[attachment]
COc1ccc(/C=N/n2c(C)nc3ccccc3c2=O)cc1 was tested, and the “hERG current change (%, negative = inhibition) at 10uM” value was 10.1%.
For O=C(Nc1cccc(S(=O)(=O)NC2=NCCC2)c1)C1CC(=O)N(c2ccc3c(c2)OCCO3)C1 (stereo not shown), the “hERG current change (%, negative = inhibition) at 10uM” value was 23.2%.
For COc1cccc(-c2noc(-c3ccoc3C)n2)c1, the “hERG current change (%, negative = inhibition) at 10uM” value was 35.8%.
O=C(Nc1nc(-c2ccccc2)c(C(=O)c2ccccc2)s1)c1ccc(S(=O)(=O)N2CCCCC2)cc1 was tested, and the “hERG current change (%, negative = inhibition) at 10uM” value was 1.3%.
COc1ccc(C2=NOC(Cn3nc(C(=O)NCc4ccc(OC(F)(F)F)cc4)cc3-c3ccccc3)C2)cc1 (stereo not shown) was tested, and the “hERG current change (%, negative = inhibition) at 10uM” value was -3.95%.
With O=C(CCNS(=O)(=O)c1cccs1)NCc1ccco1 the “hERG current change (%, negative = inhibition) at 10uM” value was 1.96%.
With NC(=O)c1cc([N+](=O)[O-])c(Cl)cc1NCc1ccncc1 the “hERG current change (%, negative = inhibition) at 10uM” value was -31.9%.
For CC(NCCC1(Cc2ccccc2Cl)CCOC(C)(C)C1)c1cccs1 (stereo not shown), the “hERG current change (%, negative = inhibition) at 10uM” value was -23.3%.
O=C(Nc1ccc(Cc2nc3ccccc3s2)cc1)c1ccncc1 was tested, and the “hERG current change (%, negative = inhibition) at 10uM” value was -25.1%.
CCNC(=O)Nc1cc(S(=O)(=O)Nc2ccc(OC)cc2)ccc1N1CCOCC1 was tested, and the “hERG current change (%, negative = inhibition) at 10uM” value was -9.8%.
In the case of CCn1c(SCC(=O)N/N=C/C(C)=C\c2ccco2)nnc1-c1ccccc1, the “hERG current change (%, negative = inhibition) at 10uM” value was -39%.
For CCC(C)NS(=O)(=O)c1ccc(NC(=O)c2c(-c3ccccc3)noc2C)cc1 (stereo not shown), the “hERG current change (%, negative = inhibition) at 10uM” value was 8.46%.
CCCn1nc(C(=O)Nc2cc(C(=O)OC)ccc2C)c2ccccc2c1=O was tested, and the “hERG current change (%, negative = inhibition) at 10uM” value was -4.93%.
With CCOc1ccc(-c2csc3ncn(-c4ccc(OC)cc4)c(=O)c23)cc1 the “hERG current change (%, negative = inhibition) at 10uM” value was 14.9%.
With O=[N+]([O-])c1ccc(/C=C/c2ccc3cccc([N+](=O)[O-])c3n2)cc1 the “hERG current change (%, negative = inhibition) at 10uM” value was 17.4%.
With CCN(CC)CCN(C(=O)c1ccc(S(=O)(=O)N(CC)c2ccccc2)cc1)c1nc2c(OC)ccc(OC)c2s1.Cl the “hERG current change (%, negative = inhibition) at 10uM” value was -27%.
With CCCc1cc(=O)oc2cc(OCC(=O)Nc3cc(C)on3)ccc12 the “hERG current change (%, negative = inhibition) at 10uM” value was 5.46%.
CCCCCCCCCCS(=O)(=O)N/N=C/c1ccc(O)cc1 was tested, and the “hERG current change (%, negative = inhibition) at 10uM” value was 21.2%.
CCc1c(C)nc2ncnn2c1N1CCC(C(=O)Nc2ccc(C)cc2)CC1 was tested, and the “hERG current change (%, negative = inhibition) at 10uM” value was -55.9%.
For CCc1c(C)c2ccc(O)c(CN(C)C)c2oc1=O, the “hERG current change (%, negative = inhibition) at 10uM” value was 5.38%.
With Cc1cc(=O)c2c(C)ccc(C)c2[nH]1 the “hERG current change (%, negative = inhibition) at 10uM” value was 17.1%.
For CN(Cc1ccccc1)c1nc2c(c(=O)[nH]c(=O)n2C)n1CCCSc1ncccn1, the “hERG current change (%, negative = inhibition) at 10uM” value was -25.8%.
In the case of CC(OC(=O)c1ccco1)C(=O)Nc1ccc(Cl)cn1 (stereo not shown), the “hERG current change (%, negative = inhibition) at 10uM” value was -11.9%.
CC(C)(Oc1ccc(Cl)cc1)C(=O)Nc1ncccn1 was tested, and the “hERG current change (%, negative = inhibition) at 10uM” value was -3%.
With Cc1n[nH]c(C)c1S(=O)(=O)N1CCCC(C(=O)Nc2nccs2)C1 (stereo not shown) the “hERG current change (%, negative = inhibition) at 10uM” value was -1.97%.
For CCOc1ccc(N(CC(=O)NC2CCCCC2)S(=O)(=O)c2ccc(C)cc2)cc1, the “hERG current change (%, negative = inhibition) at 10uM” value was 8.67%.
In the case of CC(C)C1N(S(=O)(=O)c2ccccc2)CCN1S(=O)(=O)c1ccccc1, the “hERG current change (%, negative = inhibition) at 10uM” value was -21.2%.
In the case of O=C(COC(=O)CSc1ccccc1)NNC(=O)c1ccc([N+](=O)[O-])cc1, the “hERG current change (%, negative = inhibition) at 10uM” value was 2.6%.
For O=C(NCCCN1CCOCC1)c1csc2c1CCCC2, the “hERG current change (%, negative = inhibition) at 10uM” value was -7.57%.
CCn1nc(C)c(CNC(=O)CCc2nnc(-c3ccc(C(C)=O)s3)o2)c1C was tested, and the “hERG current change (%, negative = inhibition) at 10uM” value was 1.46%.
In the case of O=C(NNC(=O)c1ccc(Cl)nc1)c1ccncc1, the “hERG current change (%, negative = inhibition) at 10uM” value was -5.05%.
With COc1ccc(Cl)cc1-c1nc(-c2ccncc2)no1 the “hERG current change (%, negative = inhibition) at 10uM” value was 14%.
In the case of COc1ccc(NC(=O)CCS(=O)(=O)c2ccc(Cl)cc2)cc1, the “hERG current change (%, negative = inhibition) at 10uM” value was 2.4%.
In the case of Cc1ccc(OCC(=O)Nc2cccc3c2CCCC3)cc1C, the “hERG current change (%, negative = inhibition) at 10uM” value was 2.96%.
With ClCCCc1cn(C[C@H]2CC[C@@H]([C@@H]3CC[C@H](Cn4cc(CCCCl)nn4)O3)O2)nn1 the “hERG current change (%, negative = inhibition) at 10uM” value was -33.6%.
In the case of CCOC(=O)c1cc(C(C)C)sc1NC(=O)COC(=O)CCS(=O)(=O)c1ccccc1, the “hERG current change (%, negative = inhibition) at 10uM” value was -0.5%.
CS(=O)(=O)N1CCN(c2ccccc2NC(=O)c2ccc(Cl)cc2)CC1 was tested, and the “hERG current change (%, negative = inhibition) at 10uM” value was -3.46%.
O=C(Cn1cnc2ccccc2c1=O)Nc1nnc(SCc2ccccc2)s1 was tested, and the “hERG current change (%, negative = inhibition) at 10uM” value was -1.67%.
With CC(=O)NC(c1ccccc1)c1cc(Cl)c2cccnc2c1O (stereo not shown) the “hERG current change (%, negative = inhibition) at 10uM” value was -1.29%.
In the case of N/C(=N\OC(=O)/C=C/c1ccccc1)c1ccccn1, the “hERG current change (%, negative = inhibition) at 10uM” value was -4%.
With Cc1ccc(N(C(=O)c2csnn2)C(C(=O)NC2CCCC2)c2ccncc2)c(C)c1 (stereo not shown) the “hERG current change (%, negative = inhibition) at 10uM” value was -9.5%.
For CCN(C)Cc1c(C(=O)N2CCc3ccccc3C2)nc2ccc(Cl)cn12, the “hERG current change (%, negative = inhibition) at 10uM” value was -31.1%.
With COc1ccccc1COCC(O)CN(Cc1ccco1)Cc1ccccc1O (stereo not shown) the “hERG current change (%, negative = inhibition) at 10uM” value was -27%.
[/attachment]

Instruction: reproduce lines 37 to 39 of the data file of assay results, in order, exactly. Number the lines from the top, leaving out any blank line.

CS(=O)(=O)N1CCN(c2ccccc2NC(=O)c2ccc(Cl)cc2)CC1 was tested, and the “hERG current change (%, negative = inhibition) at 10uM” value was -3.46%.
O=C(Cn1cnc2ccccc2c1=O)Nc1nnc(SCc2ccccc2)s1 was tested, and the “hERG current change (%, negative = inhibition) at 10uM” value was -1.67%.
With CC(=O)NC(c1ccccc1)c1cc(Cl)c2cccnc2c1O (stereo not shown) the “hERG current change (%, negative = inhibition) at 10uM” value was -1.29%.